End-of-the-World Movies . . . Without Special Effects

In the last several years, there have been a number of interesting science fiction films that manage to avoid using special effects, or use very limited special effects. Maybe it is a response to the prominence of CGI, where so many movies are weighed down by images that you know just are not “real.” Maybe it is an attempt to return to using science fiction elements to actually say something besides blowing up things. In this genre, Chimesfreedom has discussed three films that we really liked: Robot & Frank (2012), Another Earth (2011), and The Man from Earth (2007). Another film that was interesting was Melancholia (2011). Two other films to add to this list are It’s a Disaster (2012) and Seeking a Friend for the End of the World (2012), both now available on DVD and Blu Ray.

Of the two, Seeking a Friend for the End of the World has the bigger stars, featuring Steve Carell and Keira Knightley (as well as a small appearance by Martin Sheen). The film begins with Dodge (Carell) and his wife listening to the announcement that an asteroid is going to crash into earth in three weeks, resulting in his wife making a mad dash to leave her husband. Thus begins Dodge’s quest to find some company for the end of the world.

The movie, directed by Lorene Scafaria, has some laughs and some interesting thoughts on different ways people might react to the end of the world. The film avoids going the expected route of going for an all-out fantasy comedy or for going for futuristic reality. But because the movie tries to walk a middle ground between comedy and tragedy, it seems to zig zag back and forth, making for interesting but somewhat unsettling viewing, especially as the movie becomes more serious toward the end. Still, I enjoyed the film and the fact that it aimed for something a little unusual.

By contrast, It’s a Disaster is clearly a comedy. The film follows the interactions of several couples during a Sunday “couples brunch” as they gradually come to learn that someone has set off some dirty atomic bombs not far away and, inevitably, they are all going to die, probably within the day. But the film centers less on the morbid future and more on the relationships between the couples as they go about their afternoon finding things out about each other, occasionally taking some time to come up with ideas to figure out what they should do.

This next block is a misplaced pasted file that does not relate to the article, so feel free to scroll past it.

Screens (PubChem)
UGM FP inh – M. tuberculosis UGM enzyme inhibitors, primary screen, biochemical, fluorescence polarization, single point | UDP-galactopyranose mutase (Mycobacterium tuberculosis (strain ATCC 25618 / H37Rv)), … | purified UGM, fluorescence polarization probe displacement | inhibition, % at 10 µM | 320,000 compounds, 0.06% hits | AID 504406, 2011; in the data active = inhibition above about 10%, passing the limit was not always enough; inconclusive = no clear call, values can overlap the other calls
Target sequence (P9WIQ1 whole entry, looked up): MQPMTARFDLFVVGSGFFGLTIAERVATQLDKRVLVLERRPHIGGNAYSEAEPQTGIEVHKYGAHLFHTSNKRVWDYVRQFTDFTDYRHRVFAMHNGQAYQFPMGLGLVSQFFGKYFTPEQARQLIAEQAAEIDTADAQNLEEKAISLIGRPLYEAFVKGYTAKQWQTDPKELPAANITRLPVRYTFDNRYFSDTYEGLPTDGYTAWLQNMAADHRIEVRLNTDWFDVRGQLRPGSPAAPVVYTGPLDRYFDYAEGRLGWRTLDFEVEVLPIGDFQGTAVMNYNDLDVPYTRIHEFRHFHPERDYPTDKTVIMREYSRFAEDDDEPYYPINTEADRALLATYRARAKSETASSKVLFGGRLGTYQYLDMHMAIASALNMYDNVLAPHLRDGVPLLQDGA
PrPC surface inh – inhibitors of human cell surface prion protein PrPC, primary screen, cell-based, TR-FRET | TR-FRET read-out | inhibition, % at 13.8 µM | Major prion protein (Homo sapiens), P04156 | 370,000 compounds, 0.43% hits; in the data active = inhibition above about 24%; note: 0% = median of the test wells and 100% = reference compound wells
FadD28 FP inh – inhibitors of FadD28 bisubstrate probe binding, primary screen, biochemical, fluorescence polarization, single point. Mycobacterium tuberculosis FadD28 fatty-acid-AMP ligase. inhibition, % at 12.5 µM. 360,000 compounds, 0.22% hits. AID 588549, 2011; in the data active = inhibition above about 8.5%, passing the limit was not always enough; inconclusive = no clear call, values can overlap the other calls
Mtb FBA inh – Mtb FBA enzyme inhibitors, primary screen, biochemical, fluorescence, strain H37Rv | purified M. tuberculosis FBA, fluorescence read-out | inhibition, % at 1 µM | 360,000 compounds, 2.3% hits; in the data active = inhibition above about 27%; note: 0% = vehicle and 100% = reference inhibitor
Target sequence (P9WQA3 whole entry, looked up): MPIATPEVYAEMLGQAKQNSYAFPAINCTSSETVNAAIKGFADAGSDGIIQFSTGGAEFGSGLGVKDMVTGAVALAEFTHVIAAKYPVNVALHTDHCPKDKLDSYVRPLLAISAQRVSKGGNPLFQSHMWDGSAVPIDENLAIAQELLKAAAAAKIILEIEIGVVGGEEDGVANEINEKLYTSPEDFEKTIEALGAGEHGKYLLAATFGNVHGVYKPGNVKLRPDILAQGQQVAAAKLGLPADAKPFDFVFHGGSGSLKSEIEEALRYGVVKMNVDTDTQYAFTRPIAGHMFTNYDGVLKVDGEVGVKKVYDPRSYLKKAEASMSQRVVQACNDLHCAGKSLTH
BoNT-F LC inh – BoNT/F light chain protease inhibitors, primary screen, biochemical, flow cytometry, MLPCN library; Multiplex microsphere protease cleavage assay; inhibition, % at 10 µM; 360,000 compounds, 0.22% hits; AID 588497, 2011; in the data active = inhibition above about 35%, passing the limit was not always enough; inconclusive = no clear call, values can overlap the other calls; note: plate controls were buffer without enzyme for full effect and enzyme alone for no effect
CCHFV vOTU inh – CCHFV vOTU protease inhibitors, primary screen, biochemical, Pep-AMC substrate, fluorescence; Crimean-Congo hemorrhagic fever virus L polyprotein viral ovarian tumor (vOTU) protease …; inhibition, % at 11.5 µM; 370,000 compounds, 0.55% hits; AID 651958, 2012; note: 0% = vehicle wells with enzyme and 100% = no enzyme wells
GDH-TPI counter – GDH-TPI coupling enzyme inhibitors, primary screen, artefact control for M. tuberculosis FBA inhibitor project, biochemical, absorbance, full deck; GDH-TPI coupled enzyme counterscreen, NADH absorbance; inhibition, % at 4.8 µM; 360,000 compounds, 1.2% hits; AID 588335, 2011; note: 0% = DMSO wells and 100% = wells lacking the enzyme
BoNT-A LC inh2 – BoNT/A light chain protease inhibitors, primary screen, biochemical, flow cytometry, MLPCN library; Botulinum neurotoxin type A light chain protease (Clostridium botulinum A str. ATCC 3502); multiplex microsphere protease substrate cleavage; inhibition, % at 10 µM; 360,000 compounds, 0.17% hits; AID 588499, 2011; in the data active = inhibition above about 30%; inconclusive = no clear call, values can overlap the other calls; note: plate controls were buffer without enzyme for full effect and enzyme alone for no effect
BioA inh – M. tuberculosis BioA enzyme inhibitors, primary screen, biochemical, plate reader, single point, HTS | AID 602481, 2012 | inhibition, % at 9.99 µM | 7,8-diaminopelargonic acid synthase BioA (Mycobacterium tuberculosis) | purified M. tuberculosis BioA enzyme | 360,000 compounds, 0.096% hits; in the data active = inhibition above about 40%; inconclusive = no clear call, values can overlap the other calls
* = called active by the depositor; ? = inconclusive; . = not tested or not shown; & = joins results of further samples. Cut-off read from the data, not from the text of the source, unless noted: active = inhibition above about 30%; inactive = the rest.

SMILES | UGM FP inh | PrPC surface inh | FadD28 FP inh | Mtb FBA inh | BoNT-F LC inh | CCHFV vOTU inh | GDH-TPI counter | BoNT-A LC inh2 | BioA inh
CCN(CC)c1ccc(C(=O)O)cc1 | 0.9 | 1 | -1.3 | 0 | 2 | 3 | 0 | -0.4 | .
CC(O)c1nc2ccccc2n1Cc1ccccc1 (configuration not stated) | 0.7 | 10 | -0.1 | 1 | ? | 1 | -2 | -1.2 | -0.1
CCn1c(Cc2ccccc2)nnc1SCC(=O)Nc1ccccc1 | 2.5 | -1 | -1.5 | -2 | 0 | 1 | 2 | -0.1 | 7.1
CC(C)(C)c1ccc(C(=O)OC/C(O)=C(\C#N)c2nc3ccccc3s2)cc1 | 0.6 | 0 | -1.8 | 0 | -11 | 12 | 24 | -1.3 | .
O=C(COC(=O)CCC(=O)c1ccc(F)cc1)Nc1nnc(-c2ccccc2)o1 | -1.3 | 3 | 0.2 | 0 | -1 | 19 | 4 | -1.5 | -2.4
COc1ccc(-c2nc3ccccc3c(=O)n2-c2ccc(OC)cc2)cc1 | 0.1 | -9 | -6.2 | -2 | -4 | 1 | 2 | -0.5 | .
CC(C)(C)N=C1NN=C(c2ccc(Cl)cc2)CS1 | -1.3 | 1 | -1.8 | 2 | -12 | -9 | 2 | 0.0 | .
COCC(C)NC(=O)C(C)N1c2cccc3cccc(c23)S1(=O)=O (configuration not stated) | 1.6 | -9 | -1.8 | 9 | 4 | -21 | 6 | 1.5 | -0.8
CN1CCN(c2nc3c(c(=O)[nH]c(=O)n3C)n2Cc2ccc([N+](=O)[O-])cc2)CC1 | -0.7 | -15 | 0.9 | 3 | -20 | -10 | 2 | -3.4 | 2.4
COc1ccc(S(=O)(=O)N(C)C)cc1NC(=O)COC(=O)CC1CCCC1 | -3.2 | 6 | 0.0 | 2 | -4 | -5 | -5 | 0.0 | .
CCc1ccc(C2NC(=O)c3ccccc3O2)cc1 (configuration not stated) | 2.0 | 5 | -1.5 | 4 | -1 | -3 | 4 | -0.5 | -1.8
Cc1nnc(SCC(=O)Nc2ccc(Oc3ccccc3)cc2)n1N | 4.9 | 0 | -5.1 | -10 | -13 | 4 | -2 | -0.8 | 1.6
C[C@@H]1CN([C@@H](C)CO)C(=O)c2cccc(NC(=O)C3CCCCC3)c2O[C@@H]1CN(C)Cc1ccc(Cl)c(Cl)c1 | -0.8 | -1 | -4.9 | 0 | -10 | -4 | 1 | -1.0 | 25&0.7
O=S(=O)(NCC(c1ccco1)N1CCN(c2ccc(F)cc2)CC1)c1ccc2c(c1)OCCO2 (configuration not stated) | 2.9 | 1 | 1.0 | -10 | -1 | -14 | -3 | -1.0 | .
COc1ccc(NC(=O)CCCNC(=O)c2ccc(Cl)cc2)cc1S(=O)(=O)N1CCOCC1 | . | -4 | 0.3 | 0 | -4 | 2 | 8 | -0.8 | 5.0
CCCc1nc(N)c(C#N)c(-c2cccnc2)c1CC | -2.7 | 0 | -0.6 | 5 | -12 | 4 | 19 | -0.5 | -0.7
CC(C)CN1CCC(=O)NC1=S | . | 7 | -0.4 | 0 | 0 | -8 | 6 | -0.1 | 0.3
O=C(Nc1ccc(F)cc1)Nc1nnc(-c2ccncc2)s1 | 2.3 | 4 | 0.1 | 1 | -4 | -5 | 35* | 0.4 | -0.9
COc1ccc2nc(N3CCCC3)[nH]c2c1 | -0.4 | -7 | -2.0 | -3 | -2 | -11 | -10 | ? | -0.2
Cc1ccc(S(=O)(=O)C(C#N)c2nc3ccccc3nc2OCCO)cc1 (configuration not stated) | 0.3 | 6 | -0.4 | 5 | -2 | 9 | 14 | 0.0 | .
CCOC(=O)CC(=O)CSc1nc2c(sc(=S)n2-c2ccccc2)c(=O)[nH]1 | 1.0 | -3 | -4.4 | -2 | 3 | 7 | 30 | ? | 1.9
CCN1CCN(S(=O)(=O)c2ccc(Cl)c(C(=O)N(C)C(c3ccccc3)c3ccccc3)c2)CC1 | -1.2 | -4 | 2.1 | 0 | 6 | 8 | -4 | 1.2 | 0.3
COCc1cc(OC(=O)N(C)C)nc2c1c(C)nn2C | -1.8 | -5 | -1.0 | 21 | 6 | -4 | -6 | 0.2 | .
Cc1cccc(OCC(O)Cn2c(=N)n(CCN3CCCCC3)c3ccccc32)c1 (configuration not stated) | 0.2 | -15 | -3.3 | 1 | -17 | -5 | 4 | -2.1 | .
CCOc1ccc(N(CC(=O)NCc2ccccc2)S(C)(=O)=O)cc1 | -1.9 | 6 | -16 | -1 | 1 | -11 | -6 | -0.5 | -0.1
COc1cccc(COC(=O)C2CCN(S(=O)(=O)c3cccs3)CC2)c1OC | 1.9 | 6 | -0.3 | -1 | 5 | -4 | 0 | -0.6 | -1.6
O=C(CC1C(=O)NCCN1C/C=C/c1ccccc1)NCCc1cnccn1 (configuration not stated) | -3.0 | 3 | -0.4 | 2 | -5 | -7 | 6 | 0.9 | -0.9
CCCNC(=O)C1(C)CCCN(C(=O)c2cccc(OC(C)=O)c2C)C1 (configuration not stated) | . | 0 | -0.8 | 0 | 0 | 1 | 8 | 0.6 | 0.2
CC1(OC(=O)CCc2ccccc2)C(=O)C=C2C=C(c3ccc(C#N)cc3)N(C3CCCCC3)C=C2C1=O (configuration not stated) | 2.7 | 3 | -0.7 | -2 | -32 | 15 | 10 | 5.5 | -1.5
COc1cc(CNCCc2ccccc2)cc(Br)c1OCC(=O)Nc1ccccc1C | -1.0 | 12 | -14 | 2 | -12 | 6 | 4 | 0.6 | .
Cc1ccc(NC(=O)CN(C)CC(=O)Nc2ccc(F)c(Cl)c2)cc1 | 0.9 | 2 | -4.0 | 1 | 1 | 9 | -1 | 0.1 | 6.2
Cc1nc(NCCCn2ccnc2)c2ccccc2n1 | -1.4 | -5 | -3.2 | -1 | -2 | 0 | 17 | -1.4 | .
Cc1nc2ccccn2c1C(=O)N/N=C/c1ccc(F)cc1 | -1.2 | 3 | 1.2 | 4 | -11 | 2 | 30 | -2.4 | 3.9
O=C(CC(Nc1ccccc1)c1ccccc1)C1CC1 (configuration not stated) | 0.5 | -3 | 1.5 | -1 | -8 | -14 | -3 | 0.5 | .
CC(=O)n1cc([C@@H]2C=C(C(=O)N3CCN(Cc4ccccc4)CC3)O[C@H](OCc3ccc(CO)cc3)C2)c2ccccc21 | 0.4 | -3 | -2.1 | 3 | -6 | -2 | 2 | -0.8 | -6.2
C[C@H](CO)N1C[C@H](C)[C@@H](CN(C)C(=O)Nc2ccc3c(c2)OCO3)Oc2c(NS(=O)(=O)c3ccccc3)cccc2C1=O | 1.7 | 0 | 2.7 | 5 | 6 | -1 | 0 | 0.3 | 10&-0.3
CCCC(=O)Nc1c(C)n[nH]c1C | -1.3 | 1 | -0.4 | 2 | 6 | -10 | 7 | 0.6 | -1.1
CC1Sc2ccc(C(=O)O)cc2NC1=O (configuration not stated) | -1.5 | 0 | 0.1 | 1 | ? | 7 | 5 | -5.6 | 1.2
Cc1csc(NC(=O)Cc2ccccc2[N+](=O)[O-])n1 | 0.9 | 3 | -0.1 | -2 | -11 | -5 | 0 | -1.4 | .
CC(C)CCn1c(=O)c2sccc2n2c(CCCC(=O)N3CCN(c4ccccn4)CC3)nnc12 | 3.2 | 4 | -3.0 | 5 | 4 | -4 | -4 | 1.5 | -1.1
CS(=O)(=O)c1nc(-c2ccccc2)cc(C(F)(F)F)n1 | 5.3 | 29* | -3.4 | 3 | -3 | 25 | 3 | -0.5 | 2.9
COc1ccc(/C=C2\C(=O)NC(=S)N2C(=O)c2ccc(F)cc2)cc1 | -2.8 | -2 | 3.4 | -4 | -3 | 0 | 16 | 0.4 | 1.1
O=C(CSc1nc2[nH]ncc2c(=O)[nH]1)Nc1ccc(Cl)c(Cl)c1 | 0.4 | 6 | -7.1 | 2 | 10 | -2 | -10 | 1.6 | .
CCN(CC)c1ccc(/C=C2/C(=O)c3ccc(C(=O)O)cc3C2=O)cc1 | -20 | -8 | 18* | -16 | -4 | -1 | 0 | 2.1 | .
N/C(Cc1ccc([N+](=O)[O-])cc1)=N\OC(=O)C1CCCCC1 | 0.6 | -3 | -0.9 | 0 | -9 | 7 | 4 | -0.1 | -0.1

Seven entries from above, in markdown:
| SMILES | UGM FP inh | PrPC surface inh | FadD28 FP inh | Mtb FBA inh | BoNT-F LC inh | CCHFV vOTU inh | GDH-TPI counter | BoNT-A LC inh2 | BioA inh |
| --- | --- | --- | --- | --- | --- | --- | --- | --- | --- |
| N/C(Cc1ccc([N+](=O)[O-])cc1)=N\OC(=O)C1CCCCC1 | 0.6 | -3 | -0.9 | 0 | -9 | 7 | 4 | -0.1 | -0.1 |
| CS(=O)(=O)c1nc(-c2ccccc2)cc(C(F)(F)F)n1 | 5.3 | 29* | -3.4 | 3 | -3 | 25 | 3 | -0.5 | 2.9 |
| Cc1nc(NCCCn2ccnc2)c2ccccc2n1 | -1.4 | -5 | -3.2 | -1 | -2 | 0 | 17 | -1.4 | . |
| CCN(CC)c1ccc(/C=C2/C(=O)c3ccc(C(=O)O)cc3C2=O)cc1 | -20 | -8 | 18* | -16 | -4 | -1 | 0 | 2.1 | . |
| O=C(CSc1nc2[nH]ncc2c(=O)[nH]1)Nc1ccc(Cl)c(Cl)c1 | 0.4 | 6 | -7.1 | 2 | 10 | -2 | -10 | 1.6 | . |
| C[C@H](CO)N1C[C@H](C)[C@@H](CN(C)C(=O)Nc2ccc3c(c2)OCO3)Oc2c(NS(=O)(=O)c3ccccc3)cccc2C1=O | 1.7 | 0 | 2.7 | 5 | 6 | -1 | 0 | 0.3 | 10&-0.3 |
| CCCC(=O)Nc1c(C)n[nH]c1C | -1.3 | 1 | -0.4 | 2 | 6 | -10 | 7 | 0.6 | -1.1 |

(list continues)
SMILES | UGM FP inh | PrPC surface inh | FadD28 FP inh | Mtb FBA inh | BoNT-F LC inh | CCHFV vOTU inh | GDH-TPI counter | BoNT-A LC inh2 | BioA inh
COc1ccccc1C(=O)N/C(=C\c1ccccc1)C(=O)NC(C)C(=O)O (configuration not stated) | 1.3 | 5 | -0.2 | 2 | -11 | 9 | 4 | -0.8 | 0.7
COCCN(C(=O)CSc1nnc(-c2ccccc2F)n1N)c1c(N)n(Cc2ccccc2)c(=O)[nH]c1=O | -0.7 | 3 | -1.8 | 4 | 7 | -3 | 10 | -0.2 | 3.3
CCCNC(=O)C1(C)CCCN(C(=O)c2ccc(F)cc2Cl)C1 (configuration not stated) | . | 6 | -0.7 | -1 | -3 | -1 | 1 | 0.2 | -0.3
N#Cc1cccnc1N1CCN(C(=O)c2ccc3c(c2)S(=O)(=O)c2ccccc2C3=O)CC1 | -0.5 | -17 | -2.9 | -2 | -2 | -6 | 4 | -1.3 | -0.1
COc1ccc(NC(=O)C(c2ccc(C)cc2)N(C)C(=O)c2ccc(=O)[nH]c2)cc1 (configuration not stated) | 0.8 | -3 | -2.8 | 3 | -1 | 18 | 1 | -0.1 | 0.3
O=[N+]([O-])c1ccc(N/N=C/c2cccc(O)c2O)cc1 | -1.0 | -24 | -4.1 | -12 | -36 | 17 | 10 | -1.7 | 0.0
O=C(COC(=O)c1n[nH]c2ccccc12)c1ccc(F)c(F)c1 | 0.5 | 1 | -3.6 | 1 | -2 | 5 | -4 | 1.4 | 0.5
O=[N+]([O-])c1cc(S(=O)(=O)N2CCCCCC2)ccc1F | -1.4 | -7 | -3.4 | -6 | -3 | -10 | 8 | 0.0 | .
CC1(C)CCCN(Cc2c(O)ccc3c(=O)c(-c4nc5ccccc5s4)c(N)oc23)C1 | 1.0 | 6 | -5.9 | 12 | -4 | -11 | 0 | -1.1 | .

The low-budget film directed by Todd Berger pretty much stays inside the house for most of the movie, but it makes you laugh at the characters and what you would do in the same situation. As when you watch Seeking a Friend, at some point you also will start wondering how the movie might end. If you go into the film with modest expectations, you might enjoy the comedy of manners that takes place. To reveal much more would ruin your fun. It’s a Disaster stars Julia Stiles, David Cross, Rachel Boston, Kevin M. Brennan, and Laura Adkin.

Conclusion? Seeking a Friend for the End of the World and It’s a Disaster are two interesting minimal special effects end-of-the-world movies that are worth your time on a lazy rainy afternoon. While they are not great movies, they are somewhat unusual and might make you think a little while entertaining you. Of the two, Seeking a Friend for the End of the World is more ambitious, while It’s a Disaster is a little more light-hearted take on a serious subject.

Other Reviews Because Why Should You Listen to Me? Rotten Tomatoes has mediocre ratings for Seeking a Friend for the End of the World from both critics (56%) and audience members (54%), perhaps reflecting the unevenness of the movie. By contrast, on Rotten Tomatoes, the less ambitious but more consistent It’s a Disaster gets a decent audience rating (68%) and an even better critics rating (77%). Jason Bailey at Flavorwire sums up It’s a Disaster as an “odd, funny, invigorating little movie.”

What did you think of these films? Leave your two cents in the comments.

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